Another form of social parasitism in ants is known as inquilinism. This isn't slave-making per se, but more the co-opting of a nest and colony by the queen of a closely related species. This tactic uses guile and deception rather than the brute-force tactics carried out by slave-makers. A parasitic queen ant will enter the nest of her host species, kill the incumbent queen, and take her place. The strategy of these parasitic queens is to mimic the host queen so that the rest of the colony don't notice that she's a usurper, but first, she must make it into the nest. She does this by catching sentries near the nest entrance, dispatching them, and then effectively taking on the scent of the colony by rubbing herself against their corpses. This gets her in the door, where she will cautiously hang around until she has properly taken on more of the colony odour and has become indistinguishable from her unsuspecting hosts. Now she proceeds to the chamber that houses the queen, where she will again wait, occasionally touching the queen to acquire her specific odour. Once the workers are unable to differentiate between the two queens, the parasitic queen strikes. Thereafter there are two possible strategies employed by the newly actualised queen. Depending on the species, she can either become a 'temporary social parasite' or a 'permanent social parasite'.

In the case of permanent social parasitism, the queen doesn't produce any workers and comfortably stays in the nest and produces more queens and males that will disperse, mate and then continue the cycle until the colony dies. Temporary social parasites on the other hand, will produce workers and in this way, will eventually replace all the host workers in the colony.

In Britain, Myrmica scabrinodis and Myrmica sabuleti are sometimes parasitised by queens of Myrmica karavajevi which co-exists with the resident queen in the host colony. Recent research (Casacci, L.P. et al., 2021)  has revealed that the parasitic queen uses a combination of chemical cues and vibroacoustic signals near-perfectly imitating those of the host queen, eliciting the same levels of attention from host workers.

Royal Frenemies

A fairly common form of colony foundation in ants is known as pleiometrosis. This involves the co-founding of a new nest by several newly mated foundress queens. By clubbing together, they can establish a larger colony faster to better take advantage of available resources and defend the nest. What is curious about this behaviour is that the foundress queens, though of the same species, are often unrelated. As the colony becomes functional, there are several possible outcomes for these queens: they can continue to live in the same nest peacefully contributing to the growth of the colony; or they can come into conflict with each other, fighting amongst themselves for dominance with the victorious queen either killing off her competitors or banishing them from the nest. This behaviour is common in the Yellow Meadow Ant (Lasius flavus) with, in most cases, a single victorious queen surrounded by the bodies of her rivals.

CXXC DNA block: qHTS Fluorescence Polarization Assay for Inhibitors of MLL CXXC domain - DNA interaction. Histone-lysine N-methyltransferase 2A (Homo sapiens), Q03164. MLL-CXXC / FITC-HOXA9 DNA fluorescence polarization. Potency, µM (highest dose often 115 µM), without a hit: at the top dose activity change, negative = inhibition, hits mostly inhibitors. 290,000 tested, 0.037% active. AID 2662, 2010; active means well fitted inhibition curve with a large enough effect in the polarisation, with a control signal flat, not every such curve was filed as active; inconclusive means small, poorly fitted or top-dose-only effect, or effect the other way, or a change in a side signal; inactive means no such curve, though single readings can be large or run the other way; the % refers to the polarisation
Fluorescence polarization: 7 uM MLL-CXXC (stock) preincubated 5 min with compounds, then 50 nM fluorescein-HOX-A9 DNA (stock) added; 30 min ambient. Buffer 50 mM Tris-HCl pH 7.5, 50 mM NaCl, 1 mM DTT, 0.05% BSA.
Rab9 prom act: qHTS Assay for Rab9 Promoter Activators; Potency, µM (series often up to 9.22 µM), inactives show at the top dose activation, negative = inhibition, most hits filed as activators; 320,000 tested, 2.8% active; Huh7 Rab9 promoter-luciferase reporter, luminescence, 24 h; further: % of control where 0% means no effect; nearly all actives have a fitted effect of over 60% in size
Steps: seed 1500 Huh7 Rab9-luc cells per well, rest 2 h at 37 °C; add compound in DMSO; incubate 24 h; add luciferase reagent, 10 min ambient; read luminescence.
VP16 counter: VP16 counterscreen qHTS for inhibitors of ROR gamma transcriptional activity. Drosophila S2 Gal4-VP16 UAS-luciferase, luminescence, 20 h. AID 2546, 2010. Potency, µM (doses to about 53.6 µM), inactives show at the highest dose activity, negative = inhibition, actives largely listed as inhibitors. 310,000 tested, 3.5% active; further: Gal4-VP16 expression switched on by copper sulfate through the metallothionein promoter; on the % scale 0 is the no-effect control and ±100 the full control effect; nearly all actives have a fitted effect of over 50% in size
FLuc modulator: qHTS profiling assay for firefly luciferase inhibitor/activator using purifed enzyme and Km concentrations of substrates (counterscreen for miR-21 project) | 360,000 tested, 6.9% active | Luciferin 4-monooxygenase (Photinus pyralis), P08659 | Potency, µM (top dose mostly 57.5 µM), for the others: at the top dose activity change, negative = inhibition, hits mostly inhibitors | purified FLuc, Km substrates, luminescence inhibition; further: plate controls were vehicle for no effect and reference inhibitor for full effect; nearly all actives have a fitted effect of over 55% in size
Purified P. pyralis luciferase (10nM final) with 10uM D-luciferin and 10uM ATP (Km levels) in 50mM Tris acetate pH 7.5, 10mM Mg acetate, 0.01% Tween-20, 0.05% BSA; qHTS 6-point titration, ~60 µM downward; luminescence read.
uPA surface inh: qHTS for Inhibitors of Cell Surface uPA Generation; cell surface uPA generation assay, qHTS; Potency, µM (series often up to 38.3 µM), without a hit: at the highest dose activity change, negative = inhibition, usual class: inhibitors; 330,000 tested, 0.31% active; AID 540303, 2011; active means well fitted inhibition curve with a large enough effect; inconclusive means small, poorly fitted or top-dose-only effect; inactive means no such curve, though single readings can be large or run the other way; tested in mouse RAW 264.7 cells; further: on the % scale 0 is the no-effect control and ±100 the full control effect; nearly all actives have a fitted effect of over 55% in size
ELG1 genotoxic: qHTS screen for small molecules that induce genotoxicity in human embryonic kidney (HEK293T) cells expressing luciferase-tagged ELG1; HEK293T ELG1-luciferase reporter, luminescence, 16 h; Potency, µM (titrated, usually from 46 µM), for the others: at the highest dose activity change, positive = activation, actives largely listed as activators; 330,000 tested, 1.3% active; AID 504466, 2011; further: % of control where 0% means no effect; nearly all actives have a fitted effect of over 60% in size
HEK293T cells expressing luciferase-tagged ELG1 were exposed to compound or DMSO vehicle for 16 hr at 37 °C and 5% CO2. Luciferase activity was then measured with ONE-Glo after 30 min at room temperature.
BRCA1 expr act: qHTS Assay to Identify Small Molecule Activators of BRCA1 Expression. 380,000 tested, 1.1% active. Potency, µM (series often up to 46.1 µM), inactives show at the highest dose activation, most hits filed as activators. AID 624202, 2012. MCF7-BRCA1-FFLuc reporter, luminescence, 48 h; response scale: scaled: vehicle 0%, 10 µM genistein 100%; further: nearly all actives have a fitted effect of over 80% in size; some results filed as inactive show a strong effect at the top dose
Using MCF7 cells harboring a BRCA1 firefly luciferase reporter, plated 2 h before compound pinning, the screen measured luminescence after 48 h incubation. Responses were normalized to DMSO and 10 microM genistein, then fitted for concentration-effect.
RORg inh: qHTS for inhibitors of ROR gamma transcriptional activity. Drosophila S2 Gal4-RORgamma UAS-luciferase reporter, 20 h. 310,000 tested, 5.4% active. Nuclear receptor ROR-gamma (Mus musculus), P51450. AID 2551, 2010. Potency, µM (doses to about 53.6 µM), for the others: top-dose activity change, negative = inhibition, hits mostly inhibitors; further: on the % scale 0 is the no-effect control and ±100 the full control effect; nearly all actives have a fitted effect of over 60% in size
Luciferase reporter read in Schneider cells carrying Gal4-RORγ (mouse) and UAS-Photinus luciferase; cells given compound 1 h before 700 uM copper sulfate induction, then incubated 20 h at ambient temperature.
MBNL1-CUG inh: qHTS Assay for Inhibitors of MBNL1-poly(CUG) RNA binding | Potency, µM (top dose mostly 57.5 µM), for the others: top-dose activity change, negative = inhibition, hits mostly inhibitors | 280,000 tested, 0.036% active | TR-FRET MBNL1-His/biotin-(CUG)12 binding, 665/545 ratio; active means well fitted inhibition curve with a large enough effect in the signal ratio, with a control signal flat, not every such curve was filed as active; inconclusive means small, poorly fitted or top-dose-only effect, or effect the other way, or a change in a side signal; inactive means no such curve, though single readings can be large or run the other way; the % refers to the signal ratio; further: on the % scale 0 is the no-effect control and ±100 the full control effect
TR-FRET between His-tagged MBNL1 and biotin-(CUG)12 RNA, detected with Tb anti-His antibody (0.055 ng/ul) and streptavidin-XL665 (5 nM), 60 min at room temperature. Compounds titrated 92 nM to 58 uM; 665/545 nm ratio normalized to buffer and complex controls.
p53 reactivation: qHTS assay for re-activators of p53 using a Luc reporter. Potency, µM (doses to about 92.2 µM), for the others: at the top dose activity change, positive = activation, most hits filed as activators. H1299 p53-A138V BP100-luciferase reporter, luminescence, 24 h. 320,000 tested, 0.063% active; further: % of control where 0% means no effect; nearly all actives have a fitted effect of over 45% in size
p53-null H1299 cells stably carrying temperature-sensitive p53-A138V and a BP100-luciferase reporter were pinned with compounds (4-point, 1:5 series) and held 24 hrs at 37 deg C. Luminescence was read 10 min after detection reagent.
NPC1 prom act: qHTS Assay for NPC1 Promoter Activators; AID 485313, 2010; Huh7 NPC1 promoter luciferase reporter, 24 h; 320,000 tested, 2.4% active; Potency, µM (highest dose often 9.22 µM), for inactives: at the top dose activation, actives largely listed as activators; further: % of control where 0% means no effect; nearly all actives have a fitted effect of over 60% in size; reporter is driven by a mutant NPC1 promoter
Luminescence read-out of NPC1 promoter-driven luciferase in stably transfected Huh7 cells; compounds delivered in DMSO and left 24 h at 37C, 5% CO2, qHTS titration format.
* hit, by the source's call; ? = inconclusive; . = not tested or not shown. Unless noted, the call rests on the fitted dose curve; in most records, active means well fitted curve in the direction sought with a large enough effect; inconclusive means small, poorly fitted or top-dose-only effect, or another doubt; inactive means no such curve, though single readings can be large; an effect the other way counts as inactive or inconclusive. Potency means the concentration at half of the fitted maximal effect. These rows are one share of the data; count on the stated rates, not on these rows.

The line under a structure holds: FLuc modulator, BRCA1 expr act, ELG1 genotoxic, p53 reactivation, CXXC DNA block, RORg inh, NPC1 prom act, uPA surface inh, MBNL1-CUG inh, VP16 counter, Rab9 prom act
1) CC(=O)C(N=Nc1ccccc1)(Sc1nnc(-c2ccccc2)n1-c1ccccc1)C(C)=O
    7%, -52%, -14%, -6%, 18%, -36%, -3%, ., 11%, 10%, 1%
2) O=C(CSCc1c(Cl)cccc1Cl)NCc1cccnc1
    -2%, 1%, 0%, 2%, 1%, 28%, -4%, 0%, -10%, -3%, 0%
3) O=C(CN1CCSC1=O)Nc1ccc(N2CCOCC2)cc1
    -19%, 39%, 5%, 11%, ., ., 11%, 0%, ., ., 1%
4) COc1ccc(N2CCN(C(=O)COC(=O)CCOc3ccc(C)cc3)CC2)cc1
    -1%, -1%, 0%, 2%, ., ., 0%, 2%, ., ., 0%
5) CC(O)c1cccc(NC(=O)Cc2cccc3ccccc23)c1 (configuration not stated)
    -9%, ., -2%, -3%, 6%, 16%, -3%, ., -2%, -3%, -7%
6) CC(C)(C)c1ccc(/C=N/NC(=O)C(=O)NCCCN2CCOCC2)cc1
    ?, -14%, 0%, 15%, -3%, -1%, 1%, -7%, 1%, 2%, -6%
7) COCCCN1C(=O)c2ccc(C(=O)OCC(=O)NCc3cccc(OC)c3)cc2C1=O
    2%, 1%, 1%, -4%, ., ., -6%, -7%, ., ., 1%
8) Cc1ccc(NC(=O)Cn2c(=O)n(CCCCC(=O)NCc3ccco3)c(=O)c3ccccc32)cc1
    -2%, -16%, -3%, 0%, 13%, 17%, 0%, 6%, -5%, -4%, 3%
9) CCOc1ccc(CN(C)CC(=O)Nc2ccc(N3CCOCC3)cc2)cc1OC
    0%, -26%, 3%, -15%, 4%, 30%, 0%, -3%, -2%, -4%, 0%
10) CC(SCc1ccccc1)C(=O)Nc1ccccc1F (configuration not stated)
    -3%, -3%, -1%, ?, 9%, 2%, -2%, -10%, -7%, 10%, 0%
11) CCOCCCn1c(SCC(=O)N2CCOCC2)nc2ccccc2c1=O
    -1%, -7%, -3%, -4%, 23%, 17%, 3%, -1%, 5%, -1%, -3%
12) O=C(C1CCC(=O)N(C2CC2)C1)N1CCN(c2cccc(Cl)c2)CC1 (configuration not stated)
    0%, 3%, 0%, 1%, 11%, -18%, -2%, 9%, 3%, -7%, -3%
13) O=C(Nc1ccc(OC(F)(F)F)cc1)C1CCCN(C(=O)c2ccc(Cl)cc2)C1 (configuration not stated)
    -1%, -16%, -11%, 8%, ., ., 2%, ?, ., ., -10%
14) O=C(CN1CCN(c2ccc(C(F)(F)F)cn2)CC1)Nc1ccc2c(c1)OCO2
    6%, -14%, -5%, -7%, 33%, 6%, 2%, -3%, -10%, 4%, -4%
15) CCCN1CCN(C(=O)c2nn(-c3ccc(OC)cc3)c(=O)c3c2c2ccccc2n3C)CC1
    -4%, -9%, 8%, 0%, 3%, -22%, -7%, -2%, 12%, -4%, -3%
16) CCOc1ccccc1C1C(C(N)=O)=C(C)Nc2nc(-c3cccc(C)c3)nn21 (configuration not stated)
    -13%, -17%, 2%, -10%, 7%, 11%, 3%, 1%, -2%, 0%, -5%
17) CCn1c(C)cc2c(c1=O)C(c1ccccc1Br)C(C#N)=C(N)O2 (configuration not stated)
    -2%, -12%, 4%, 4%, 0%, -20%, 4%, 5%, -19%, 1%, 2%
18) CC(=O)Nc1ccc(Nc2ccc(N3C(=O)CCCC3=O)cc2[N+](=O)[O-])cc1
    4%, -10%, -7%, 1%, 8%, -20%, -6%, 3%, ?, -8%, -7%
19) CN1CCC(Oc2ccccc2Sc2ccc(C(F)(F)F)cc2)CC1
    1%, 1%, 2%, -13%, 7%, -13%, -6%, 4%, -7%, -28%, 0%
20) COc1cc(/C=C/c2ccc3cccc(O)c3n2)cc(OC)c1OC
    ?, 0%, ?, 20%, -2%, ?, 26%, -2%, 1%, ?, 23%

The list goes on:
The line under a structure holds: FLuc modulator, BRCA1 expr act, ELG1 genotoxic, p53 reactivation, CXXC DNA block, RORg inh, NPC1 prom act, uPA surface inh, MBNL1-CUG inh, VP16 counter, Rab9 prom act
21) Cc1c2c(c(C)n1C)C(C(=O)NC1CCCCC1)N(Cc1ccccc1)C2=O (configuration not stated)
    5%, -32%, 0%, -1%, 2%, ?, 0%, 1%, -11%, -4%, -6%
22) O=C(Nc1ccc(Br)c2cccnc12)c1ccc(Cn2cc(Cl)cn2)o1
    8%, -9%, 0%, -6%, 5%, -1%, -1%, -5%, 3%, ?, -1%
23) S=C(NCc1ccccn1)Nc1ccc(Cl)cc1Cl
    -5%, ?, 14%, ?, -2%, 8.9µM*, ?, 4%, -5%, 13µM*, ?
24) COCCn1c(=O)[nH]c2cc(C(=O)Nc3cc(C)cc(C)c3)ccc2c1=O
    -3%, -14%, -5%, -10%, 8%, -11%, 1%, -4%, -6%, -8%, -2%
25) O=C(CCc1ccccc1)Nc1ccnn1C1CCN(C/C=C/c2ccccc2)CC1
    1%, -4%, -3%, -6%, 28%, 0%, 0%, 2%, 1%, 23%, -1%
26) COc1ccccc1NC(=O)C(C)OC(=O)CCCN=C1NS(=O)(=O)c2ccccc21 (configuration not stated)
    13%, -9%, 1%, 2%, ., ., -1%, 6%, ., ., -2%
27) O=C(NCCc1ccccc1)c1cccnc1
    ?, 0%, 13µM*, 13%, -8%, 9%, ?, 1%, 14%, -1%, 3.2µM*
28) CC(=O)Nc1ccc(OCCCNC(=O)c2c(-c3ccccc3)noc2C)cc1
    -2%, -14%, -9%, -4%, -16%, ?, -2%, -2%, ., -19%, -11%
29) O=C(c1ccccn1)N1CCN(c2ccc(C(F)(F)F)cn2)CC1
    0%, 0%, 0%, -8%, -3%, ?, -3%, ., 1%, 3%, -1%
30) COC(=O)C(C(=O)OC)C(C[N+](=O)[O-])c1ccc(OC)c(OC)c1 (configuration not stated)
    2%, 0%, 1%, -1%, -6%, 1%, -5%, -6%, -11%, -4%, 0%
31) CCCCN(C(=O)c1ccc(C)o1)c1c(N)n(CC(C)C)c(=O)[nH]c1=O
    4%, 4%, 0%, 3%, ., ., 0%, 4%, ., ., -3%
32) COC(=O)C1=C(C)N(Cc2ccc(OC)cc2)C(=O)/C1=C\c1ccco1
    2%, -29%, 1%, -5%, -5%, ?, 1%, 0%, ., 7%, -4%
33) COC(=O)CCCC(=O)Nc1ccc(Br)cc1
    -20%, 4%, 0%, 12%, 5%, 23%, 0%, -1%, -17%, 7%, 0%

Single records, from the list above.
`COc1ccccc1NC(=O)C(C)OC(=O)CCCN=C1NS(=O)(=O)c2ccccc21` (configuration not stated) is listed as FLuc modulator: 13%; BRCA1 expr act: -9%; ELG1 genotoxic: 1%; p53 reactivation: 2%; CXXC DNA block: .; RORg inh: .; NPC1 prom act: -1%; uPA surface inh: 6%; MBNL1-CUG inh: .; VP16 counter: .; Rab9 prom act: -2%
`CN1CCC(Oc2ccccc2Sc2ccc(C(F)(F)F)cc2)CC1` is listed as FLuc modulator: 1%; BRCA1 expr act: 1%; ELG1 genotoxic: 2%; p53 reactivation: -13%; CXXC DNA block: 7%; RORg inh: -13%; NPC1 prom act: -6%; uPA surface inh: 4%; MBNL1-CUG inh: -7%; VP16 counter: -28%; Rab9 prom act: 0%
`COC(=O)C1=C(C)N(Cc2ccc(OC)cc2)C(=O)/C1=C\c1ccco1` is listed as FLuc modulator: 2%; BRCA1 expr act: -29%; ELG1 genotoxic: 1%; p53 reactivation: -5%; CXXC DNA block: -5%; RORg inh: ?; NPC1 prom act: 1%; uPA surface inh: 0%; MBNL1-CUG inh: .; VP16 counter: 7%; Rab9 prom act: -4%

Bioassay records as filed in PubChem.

It's an old story

By all accounts, it isn't easy trying to establish a new colony and defend a territory, so ants have employed a number of different tactics to try and get an advantage over their competitors. By taking advantage of their eusocial behaviour, ants are able to bolster their numbers by raiding workers from other colonies, they are able to co-opt entire existing colonies by removing the resident queen, they are able to co-exist with unrelated adoptive sisters in peace, or they can fight for overall control of the colony with their co-foundresses banished or beheaded. This is like Game of Thrones playing itself out in miniature all over the world, but on a scale that we can't completely comprehend with more than 400 socially parasitic species in six ant subfamilies recorded. And it has been going on for a long time – emerging 17 million years ago in Formica ants (Borowiec, M. et al. 2021)  - and having evolved at least 60 times in ants.

So, it seems that ant colonies evolved many behaviours that Cersei Lannister summed up nicely: "When you play the game of thrones, you win or you die."


If you would like to learn more about ants and their fascinating life histories, why not sign up to one of our ‘Learn to Love Ants’ courses, running in both the West Midlands and the South East. We also have some opportunities upcoming to allow you to work on your ant identification skills. More details can be found here.